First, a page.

Studio Rimonim-What’s In a Name?
Studio Rimonim -What’s In a Name?
I love Rimonim or Pomegranates, which is the other name for this luscious, red fruit which grows in gardens and fields in Israel.
Why did I select the Rimon to symbolize my artwork?
A Pomegranate (Rimon in Hebrew) is my favorite, visual symbol of my life journey. A Rimon’s shape is that of a harmonious circle, with a hint of angles to express individuality and differentiate it from red apples.
When I consider my life journey, I think of a circle encompassing the many facets that are most important to me: family, friends, community, Judaism, Israel, Canada, art, color, nature and travel. Each facet has its own angle or individual color variation which contributes to a harmonious whole.
The brilliant reds and greens are part of my Canadian heritage, particularly in the autumn foliage of maple leaves and dark green forests.
The beautiful transparent seeds on the inside remind me of my Jewish Heritage and my modern day Israeli community life. Each seed is one individual unit joined with others in clusters to create a whole.
Dramatic and bold in color, with a thick, leathery outer skin, Rimonim are unique, both inside and out, presenting an immediate sensory appeal to vision, touch and taste.
Cut open the firm outer skin to reveal the hidden clusters of jewel like seeds in orderly sections just waiting to release their bright red juice full of healthy benefits. Rimonim seeds are bursting with color and flavor, adding sparkle and delight to any meal. It is a challenge to learn how to deftly release these little jewels from nature’s cunning packaging but they are well-loved in Israel as an integral part of any festive meal. This is not surprising as they are one of the Seven Species referenced in the Bible and Jewish Tradition has assigned them a special meaning. It is a fervent wish of the Jewish people that they will be like Rimonim, filled with good deeds.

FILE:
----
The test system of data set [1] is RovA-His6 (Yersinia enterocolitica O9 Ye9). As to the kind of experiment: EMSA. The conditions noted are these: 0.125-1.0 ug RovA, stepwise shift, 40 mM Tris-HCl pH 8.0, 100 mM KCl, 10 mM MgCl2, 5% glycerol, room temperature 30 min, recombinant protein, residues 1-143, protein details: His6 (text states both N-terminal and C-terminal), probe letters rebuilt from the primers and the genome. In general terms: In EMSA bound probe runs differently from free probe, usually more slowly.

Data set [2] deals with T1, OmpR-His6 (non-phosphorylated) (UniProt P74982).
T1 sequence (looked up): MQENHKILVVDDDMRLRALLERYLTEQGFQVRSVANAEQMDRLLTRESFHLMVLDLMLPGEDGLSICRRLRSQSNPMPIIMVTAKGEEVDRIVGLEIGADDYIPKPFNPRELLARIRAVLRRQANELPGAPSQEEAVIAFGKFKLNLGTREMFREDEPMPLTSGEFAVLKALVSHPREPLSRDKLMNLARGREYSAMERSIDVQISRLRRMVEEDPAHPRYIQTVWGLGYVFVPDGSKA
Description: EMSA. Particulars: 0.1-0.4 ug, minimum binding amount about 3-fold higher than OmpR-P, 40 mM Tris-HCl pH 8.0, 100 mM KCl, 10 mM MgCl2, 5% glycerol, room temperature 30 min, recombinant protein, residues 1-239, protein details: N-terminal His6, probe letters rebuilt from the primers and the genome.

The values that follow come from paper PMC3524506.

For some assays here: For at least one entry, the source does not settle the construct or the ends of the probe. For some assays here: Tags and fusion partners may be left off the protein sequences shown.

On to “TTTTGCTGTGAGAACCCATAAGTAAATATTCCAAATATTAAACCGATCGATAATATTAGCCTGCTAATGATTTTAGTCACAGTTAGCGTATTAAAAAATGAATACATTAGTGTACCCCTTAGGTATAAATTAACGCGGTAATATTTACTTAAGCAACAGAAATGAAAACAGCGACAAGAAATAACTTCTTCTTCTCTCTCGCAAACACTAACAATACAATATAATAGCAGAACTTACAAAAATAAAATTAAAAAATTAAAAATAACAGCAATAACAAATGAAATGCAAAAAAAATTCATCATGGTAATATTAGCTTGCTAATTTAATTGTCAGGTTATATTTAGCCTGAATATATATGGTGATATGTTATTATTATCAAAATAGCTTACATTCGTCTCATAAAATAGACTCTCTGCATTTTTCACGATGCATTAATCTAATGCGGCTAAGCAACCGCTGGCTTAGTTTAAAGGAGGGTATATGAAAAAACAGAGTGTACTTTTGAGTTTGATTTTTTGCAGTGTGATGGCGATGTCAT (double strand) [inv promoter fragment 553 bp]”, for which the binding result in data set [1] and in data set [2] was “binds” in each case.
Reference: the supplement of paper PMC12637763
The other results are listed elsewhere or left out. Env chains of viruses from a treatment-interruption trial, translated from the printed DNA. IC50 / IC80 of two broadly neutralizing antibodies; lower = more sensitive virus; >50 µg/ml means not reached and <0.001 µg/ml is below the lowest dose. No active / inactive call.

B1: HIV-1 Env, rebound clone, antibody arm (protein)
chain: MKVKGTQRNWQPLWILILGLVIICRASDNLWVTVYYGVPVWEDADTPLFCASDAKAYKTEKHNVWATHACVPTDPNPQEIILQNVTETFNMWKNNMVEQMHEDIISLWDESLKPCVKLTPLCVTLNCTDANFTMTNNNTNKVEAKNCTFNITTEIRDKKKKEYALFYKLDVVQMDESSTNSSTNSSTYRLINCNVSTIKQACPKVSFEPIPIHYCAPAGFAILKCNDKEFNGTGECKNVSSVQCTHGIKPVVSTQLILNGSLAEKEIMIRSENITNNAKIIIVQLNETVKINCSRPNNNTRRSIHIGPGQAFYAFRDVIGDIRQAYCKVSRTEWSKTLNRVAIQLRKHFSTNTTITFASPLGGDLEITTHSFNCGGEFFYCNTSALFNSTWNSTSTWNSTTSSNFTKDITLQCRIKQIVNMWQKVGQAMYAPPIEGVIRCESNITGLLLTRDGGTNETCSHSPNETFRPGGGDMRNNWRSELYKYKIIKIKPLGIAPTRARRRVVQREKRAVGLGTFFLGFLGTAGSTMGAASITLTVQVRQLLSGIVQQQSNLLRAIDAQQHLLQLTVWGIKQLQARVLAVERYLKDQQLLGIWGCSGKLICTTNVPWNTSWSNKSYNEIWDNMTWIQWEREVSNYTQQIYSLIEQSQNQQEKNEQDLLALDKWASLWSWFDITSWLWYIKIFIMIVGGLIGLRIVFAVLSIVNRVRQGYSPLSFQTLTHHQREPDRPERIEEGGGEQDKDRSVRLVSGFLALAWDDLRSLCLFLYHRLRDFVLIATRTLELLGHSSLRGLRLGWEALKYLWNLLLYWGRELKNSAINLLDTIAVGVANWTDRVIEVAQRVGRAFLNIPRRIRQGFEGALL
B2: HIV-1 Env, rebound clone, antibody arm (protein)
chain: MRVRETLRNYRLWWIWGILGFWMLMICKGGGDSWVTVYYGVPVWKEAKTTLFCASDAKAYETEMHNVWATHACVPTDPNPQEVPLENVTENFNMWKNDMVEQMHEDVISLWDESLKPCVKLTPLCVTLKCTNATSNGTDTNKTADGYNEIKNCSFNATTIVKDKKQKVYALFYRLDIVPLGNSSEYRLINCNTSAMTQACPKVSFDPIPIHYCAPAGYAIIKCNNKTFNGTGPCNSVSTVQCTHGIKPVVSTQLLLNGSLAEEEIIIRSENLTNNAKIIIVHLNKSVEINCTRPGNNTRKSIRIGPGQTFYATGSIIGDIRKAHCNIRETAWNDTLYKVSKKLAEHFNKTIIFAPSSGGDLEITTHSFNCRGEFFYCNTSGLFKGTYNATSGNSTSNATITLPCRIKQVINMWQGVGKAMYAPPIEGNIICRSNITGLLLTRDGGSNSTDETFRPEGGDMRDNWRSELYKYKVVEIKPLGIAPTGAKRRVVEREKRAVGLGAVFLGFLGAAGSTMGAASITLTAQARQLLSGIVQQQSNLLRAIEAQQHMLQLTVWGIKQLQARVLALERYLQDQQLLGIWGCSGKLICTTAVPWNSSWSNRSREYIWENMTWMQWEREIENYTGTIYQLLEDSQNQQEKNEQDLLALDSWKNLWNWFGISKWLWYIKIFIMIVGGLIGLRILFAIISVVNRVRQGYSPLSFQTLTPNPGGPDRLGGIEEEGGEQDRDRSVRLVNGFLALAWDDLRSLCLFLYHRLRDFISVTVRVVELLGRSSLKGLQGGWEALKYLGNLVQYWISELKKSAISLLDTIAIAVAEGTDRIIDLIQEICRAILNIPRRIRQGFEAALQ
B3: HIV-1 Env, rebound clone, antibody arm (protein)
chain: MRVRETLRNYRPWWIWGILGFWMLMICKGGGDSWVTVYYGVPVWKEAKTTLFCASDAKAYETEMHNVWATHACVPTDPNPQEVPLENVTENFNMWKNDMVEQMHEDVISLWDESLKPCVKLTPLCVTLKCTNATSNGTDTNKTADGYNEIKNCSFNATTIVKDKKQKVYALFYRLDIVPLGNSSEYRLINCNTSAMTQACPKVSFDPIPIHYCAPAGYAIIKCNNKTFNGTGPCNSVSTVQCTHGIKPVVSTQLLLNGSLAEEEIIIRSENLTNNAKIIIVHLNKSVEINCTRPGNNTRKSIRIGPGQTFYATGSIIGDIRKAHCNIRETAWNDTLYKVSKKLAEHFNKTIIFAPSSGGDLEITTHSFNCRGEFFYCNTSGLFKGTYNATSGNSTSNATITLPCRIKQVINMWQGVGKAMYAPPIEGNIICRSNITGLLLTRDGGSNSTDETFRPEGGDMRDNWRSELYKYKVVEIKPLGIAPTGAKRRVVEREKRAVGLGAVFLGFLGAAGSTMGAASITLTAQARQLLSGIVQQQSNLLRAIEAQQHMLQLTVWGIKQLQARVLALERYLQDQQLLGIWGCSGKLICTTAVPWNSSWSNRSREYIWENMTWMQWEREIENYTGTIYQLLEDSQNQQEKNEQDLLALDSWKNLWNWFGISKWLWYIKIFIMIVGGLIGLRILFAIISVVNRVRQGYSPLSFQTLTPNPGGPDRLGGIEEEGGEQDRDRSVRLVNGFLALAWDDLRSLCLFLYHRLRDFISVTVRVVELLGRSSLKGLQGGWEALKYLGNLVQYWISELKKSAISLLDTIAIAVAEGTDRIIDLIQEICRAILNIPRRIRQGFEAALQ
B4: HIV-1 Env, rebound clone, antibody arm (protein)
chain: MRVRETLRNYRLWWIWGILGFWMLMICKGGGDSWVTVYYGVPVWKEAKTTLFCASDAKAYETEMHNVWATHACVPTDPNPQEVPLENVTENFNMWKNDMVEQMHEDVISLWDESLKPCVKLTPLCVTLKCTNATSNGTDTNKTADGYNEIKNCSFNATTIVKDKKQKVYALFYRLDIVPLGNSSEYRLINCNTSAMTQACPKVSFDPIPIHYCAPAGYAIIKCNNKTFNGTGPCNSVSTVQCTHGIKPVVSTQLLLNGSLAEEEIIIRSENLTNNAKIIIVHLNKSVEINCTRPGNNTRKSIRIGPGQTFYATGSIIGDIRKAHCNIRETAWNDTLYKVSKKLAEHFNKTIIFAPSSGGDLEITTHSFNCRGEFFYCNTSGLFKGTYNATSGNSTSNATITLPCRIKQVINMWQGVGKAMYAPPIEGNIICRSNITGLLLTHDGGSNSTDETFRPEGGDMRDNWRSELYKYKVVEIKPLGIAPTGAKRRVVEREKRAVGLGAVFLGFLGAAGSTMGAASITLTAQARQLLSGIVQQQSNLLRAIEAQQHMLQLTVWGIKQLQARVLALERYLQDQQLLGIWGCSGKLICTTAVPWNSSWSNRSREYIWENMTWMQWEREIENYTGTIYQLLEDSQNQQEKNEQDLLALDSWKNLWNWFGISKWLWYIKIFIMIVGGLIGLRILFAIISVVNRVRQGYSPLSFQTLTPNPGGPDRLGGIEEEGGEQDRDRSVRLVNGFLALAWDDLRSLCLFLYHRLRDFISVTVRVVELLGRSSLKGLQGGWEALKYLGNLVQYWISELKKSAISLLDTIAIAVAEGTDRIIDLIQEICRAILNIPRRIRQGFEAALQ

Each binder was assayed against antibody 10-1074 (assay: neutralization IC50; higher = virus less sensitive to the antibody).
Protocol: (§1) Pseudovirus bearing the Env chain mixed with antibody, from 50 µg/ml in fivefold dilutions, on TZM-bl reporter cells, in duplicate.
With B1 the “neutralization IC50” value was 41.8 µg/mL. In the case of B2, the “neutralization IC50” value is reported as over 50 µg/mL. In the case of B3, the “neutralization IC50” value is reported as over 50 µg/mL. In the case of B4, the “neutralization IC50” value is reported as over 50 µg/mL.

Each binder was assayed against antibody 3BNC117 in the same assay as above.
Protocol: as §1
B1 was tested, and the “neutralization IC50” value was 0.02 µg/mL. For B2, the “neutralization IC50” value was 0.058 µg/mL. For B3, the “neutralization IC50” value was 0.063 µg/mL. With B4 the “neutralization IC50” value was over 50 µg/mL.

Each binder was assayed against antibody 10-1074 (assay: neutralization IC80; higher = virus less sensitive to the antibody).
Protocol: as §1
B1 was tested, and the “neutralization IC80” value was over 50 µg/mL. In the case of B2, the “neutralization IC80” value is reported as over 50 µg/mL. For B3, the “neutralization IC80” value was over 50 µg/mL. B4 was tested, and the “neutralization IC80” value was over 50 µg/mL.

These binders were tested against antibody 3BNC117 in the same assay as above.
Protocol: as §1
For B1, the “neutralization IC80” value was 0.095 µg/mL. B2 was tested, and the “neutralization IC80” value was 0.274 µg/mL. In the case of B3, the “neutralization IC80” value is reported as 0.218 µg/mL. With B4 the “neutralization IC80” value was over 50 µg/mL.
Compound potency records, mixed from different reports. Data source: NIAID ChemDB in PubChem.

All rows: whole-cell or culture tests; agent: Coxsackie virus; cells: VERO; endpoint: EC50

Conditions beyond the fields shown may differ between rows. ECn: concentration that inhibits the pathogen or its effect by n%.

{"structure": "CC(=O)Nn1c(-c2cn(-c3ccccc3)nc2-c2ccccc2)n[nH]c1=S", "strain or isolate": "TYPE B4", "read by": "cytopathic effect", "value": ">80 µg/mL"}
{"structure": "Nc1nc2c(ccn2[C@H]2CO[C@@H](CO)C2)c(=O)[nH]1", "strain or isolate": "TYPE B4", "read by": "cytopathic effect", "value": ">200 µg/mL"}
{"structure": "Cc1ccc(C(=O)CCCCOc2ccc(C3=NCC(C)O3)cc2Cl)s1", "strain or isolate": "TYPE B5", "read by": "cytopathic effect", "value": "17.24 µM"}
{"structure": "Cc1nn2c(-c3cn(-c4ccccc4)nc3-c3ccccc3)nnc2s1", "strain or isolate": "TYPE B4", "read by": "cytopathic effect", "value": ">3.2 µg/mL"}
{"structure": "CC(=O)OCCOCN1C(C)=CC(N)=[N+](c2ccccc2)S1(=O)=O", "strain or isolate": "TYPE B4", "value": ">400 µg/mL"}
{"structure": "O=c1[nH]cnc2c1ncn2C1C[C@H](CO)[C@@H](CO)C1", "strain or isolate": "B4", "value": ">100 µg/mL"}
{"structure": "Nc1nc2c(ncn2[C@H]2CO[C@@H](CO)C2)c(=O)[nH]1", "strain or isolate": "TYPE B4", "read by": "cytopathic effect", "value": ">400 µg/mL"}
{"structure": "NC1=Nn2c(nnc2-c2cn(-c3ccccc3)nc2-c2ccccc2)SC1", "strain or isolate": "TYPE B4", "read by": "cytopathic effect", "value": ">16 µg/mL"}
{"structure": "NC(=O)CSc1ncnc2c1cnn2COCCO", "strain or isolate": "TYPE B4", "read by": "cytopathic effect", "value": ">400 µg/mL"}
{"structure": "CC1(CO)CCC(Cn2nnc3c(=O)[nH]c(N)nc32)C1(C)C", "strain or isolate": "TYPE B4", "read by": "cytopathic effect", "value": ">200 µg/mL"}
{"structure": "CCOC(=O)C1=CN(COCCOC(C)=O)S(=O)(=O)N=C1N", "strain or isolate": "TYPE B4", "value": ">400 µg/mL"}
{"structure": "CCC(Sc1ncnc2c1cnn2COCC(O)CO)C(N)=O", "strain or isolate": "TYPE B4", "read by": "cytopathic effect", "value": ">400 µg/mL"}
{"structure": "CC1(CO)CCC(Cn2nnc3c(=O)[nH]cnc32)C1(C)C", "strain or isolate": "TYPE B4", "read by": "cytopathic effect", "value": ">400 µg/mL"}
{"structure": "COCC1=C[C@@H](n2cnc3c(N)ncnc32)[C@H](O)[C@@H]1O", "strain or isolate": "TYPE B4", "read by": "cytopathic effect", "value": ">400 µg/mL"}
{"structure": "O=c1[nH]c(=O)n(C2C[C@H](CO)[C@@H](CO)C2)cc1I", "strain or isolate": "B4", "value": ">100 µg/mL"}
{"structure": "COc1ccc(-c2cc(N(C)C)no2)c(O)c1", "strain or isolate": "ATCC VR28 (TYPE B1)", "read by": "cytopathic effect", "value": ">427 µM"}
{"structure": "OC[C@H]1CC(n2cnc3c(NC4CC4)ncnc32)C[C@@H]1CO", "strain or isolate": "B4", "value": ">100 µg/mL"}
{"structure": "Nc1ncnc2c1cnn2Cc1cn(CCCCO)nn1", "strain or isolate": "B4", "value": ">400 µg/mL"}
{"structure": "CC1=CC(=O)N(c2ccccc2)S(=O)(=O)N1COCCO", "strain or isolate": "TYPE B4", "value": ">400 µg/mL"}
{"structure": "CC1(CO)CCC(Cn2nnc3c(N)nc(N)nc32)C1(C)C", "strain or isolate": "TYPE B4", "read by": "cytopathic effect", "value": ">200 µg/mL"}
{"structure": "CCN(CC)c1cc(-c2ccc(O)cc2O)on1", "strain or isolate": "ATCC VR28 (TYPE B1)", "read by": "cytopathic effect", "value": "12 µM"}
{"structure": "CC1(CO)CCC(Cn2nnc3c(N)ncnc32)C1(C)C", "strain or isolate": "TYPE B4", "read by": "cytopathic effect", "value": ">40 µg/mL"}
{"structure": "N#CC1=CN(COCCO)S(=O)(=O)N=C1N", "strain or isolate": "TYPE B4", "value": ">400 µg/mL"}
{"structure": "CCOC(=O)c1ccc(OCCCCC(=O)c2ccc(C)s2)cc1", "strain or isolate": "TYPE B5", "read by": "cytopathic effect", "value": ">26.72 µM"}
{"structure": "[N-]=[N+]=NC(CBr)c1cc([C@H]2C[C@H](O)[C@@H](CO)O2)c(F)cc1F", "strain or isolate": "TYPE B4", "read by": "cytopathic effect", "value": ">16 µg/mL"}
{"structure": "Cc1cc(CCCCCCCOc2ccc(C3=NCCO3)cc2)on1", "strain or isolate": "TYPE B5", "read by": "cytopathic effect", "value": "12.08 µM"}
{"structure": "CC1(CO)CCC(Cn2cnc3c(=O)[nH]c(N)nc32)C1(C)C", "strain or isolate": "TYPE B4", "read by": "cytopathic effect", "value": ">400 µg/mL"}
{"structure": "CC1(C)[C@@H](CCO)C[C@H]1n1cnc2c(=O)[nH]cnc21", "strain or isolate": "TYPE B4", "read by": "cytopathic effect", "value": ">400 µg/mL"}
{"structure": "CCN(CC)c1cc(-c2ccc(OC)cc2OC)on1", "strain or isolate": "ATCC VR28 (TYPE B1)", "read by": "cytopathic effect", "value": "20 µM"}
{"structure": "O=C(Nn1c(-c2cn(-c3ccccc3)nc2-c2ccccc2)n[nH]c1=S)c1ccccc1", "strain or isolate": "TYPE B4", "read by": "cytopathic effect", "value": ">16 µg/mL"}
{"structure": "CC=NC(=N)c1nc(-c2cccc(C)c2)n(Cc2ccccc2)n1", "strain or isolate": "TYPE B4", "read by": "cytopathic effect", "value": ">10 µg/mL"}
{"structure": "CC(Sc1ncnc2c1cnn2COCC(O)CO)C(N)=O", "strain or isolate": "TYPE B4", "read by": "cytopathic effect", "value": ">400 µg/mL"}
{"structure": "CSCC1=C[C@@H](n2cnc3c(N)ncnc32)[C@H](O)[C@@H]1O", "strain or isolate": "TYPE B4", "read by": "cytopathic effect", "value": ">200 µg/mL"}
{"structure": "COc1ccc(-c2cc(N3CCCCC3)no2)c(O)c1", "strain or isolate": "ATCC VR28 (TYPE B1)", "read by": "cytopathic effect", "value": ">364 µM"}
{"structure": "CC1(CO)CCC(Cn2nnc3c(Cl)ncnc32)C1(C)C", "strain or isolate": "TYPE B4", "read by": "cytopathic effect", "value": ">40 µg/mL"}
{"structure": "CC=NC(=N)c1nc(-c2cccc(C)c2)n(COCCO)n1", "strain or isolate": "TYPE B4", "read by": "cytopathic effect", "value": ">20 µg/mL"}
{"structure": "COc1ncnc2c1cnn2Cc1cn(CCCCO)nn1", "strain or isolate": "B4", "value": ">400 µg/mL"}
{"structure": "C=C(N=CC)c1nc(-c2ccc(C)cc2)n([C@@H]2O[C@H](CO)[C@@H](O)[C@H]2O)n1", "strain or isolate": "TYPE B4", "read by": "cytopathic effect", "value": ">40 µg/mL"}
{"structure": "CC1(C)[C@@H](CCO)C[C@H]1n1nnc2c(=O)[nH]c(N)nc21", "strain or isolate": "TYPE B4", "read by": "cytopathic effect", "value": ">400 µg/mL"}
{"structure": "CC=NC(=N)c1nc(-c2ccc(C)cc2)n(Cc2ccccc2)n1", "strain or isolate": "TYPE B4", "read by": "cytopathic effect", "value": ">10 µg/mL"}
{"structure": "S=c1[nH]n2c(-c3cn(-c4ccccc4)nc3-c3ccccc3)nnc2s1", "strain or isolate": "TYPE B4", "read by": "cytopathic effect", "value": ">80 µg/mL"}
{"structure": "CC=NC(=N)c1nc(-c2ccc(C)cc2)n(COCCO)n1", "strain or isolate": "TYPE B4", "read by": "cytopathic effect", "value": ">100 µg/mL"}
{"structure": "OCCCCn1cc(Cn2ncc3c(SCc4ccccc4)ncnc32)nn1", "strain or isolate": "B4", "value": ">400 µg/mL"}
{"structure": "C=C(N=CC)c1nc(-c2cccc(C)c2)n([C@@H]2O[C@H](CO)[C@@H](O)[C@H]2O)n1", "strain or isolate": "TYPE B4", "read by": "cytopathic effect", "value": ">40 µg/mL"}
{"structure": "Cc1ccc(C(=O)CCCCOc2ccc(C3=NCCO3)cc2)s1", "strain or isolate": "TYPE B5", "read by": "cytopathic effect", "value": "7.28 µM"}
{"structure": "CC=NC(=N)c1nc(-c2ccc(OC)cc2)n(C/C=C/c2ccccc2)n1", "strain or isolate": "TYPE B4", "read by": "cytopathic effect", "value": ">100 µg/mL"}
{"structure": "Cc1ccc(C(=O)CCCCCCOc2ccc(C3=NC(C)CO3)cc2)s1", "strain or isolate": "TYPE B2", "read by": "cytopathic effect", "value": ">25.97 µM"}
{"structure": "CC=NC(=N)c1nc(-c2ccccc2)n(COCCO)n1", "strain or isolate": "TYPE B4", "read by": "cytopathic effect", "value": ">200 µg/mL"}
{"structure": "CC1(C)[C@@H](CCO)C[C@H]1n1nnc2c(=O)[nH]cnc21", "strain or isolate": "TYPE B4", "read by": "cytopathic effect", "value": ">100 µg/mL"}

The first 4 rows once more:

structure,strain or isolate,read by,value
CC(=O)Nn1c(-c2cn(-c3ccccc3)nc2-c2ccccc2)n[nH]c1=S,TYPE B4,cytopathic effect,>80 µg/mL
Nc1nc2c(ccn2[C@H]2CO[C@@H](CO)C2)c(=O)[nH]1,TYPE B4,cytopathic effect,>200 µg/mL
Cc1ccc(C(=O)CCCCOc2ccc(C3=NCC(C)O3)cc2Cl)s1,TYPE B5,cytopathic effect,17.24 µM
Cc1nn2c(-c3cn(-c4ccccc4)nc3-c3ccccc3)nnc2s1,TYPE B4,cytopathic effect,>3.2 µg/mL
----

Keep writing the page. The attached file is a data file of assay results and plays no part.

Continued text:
At one end of a Rimon(im) you will find a crown. An important symbol of the Temple period, especially in clothing worn by the Kohanim and in ritual decorations, this colorful, unique fruit provided spiritual meaning to the Jewish nation. Even today, Rimonim are frequently used in art and religious items both for decoration and celebrations.
I also chose Rimonim as my personal symbol because of the beautiful, vibrant red hue. Color and shape are the common threads always seen in my paintings. Both fascinate me. I especially enjoy creating subtle variations in color values and intensities. Vibrant colors, interesting shapes and patterns lead the viewer’s eyes to travel through the painting to the focal point. It’s something like having a spotlight on the main action on a stage. We need a dramatic area of interest to draw our attention to what the artist wants to communicate but we also need quiet areas to support and enhance the viewing experience. I love to use complementary and analagous colors to help the viewer explore each painting. I enjoy creating the subtle variations in hue, value and intensity to communicate an idea, experience or feeling with the viewer. Art transcends language and color speaks to each of us in a variety of ways.
Why Studio instead of Gallery Rimonim?
I like the idea of studio rather than gallery because you, dear reader and viewer are personally invited to join me as I work, turning ideas and experiences into paintings enjoyed in homes and offices. I invite you to join me in a conversation about the creative process and to share your own experiences and ideas. Ask me about color choices and techniques; I’m happy to share. A studio means work in process, growth and development and that is as important to me as the finished product, ready to hang on a wall.